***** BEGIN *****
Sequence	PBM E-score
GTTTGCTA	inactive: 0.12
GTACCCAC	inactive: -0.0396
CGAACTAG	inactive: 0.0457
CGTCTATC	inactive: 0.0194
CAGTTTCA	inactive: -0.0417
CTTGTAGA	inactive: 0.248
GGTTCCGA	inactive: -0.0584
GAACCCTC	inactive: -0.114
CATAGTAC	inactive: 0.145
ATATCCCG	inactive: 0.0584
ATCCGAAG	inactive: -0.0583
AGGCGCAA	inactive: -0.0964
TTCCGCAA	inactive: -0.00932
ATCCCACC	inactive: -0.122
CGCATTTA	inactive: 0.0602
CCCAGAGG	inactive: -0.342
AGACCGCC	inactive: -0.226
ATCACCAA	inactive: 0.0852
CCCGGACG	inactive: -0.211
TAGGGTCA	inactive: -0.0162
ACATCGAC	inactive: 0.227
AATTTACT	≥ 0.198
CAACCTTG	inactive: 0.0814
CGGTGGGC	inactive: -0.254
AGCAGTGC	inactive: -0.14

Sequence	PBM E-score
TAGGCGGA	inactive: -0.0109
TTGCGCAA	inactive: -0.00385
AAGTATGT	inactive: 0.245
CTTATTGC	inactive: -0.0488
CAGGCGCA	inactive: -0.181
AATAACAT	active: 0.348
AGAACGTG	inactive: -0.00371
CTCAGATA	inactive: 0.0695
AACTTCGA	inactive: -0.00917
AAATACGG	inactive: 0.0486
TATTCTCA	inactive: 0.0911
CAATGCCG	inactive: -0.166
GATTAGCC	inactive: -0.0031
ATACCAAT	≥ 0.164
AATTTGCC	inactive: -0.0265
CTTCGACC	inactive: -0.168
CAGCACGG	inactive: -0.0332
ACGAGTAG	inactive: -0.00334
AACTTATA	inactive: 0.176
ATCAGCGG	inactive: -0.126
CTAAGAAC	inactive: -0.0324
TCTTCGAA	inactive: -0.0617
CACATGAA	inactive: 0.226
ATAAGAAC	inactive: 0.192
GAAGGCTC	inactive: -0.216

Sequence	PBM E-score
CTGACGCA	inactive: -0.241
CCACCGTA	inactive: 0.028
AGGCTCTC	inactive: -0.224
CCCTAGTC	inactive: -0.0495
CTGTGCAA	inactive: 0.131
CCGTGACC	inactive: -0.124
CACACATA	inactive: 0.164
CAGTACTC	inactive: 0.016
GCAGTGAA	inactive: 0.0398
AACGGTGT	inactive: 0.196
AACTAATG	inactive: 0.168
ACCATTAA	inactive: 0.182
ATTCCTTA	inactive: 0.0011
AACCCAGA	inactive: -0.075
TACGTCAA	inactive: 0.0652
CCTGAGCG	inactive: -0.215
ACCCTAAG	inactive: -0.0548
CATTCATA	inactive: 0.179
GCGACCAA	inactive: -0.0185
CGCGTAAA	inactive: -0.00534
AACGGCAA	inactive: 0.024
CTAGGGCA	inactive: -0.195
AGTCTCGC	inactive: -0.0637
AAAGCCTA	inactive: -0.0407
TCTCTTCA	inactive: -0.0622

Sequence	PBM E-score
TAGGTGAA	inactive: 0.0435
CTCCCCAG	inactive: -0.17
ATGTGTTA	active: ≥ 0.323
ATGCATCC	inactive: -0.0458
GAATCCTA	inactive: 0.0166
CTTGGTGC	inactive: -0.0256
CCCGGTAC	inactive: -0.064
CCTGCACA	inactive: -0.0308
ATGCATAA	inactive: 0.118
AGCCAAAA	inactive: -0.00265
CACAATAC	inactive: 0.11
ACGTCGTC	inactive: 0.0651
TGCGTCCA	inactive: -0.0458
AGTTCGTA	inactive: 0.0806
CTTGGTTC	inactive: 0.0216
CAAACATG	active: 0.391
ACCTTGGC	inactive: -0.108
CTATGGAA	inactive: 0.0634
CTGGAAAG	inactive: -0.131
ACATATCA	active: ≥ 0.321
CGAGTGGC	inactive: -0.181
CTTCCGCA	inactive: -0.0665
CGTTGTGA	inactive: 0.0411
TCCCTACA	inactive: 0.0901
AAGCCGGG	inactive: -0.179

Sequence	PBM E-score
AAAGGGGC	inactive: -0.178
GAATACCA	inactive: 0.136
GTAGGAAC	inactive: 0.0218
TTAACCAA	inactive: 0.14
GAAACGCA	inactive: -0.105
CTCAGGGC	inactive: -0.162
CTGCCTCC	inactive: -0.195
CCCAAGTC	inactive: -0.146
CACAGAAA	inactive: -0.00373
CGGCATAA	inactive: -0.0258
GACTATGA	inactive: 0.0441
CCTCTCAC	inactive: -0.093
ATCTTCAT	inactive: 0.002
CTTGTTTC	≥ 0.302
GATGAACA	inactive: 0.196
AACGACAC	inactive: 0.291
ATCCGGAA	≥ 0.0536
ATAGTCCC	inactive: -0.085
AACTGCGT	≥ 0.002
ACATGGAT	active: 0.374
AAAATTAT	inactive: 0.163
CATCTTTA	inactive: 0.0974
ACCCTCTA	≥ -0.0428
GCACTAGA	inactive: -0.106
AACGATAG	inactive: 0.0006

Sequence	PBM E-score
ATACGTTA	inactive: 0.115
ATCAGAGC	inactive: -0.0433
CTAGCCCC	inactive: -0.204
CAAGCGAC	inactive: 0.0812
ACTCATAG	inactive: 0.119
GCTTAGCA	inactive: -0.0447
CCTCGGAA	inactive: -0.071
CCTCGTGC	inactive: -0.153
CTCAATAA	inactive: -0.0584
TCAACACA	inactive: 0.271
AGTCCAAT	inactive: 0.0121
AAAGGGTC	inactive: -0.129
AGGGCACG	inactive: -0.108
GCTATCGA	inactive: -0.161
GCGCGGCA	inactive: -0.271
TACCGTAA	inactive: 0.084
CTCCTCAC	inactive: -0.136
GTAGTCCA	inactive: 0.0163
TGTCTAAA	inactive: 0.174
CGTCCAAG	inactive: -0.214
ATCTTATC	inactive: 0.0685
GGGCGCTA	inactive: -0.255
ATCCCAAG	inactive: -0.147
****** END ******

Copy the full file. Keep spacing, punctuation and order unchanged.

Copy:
Sequence	PBM E-score
GTTTGCTA	inactive: 0.12
GTACCCAC	inactive: -0.0396
CGAACTAG	inactive: 0.0457
CGTCTATC	inactive: 0.0194
CAGTTTCA	inactive: -0.0417
CTTGTAGA	inactive: 0.248
GGTTCCGA	inactive: -0.0584
GAACCCTC	inactive: -0.114
CATAGTAC	inactive: 0.145
ATATCCCG	inactive: 0.0584
ATCCGAAG	inactive: -0.0583
AGGCGCAA	inactive: -0.0964
TTCCGCAA	inactive: -0.00932
ATCCCACC	inactive: -0.122
CGCATTTA	inactive: 0.0602
CCCAGAGG	inactive: -0.342
AGACCGCC	inactive: -0.226
ATCACCAA	inactive: 0.0852
CCCGGACG	inactive: -0.211
TAGGGTCA	inactive: -0.0162
ACATCGAC	inactive: 0.227
AATTTACT	≥ 0.198
CAACCTTG	inactive: 0.0814
CGGTGGGC	inactive: -0.254
AGCAGTGC	inactive: -0.14

Sequence	PBM E-score
TAGGCGGA	inactive: -0.0109
TTGCGCAA	inactive: -0.00385
AAGTATGT	inactive: 0.245
CTTATTGC	inactive: -0.0488
CAGGCGCA	inactive: -0.181
AATAACAT	active: 0.348
AGAACGTG	inactive: -0.00371
CTCAGATA	inactive: 0.0695
AACTTCGA	inactive: -0.00917
AAATACGG	inactive: 0.0486
TATTCTCA	inactive: 0.0911
CAATGCCG	inactive: -0.166
GATTAGCC	inactive: -0.0031
ATACCAAT	≥ 0.164
AATTTGCC	inactive: -0.0265
CTTCGACC	inactive: -0.168
CAGCACGG	inactive: -0.0332
ACGAGTAG	inactive: -0.00334
AACTTATA	inactive: 0.176
ATCAGCGG	inactive: -0.126
CTAAGAAC	inactive: -0.0324
TCTTCGAA	inactive: -0.0617
CACATGAA	inactive: 0.226
ATAAGAAC	inactive: 0.192
GAAGGCTC	inactive: -0.216

Sequence	PBM E-score
CTGACGCA	inactive: -0.241
CCACCGTA	inactive: 0.028
AGGCTCTC	inactive: -0.224
CCCTAGTC	inactive: -0.0495
CTGTGCAA	inactive: 0.131
CCGTGACC	inactive: -0.124
CACACATA	inactive: 0.164
CAGTACTC	inactive: 0.016
GCAGTGAA	inactive: 0.0398
AACGGTGT	inactive: 0.196
AACTAATG	inactive: 0.168
ACCATTAA	inactive: 0.182
ATTCCTTA	inactive: 0.0011
AACCCAGA	inactive: -0.075
TACGTCAA	inactive: 0.0652
CCTGAGCG	inactive: -0.215
ACCCTAAG	inactive: -0.0548
CATTCATA	inactive: 0.179
GCGACCAA	inactive: -0.0185
CGCGTAAA	inactive: -0.00534
AACGGCAA	inactive: 0.024
CTAGGGCA	inactive: -0.195
AGTCTCGC	inactive: -0.0637
AAAGCCTA	inactive: -0.0407
TCTCTTCA	inactive: -0.0622

Sequence	PBM E-score
TAGGTGAA	inactive: 0.0435
CTCCCCAG	inactive: -0.17
ATGTGTTA	active: ≥ 0.323
ATGCATCC	inactive: -0.0458
GAATCCTA	inactive: 0.0166
CTTGGTGC	inactive: -0.0256
CCCGGTAC	inactive: -0.064
CCTGCACA	inactive: -0.0308
ATGCATAA	inactive: 0.118
AGCCAAAA	inactive: -0.00265
CACAATAC	inactive: 0.11
ACGTCGTC	inactive: 0.0651
TGCGTCCA	inactive: -0.0458
AGTTCGTA	inactive: 0.0806
CTTGGTTC	inactive: 0.0216
CAAACATG	active: 0.391
ACCTTGGC	inactive: -0.108
CTATGGAA	inactive: 0.0634
CTGGAAAG	inactive: -0.131
ACATATCA	active: ≥ 0.321
CGAGTGGC	inactive: -0.181
CTTCCGCA	inactive: -0.0665
CGTTGTGA	inactive: 0.0411
TCCCTACA	inactive: 0.0901
AAGCCGGG	inactive: -0.179

Sequence	PBM E-score
AAAGGGGC	inactive: -0.178
GAATACCA	inactive: 0.136
GTAGGAAC	inactive: 0.0218
TTAACCAA	inactive: 0.14
GAAACGCA	inactive: -0.105
CTCAGGGC	inactive: -0.162
CTGCCTCC	inactive: -0.195
CCCAAGTC	inactive: -0.146
CACAGAAA	inactive: -0.00373
CGGCATAA	inactive: -0.0258
GACTATGA	inactive: 0.0441
CCTCTCAC	inactive: -0.093
ATCTTCAT	inactive: 0.002
CTTGTTTC	≥ 0.302
GATGAACA	inactive: 0.196
AACGACAC	inactive: 0.291
ATCCGGAA	≥ 0.0536
ATAGTCCC	inactive: -0.085
AACTGCGT	≥ 0.002
ACATGGAT	active: 0.374
AAAATTAT	inactive: 0.163
CATCTTTA	inactive: 0.0974
ACCCTCTA	≥ -0.0428
GCACTAGA	inactive: -0.106
AACGATAG	inactive: 0.0006

Sequence	PBM E-score
ATACGTTA	inactive: 0.115
ATCAGAGC	inactive: -0.0433
CTAGCCCC	inactive: -0.204
CAAGCGAC	inactive: 0.0812
ACTCATAG	inactive: 0.119
GCTTAGCA	inactive: -0.0447
CCTCGGAA	inactive: -0.071
CCTCGTGC	inactive: -0.153
CTCAATAA	inactive: -0.0584
TCAACACA	inactive: 0.271
AGTCCAAT	inactive: 0.0121
AAAGGGTC	inactive: -0.129
AGGGCACG	inactive: -0.108
GCTATCGA	inactive: -0.161
GCGCGGCA	inactive: -0.271
TACCGTAA	inactive: 0.084
CTCCTCAC	inactive: -0.136
GTAGTCCA	inactive: 0.0163
TGTCTAAA	inactive: 0.174
CGTCCAAG	inactive: -0.214
ATCTTATC	inactive: 0.0685
GGGCGCTA	inactive: -0.255
ATCCCAAG	inactive: -0.147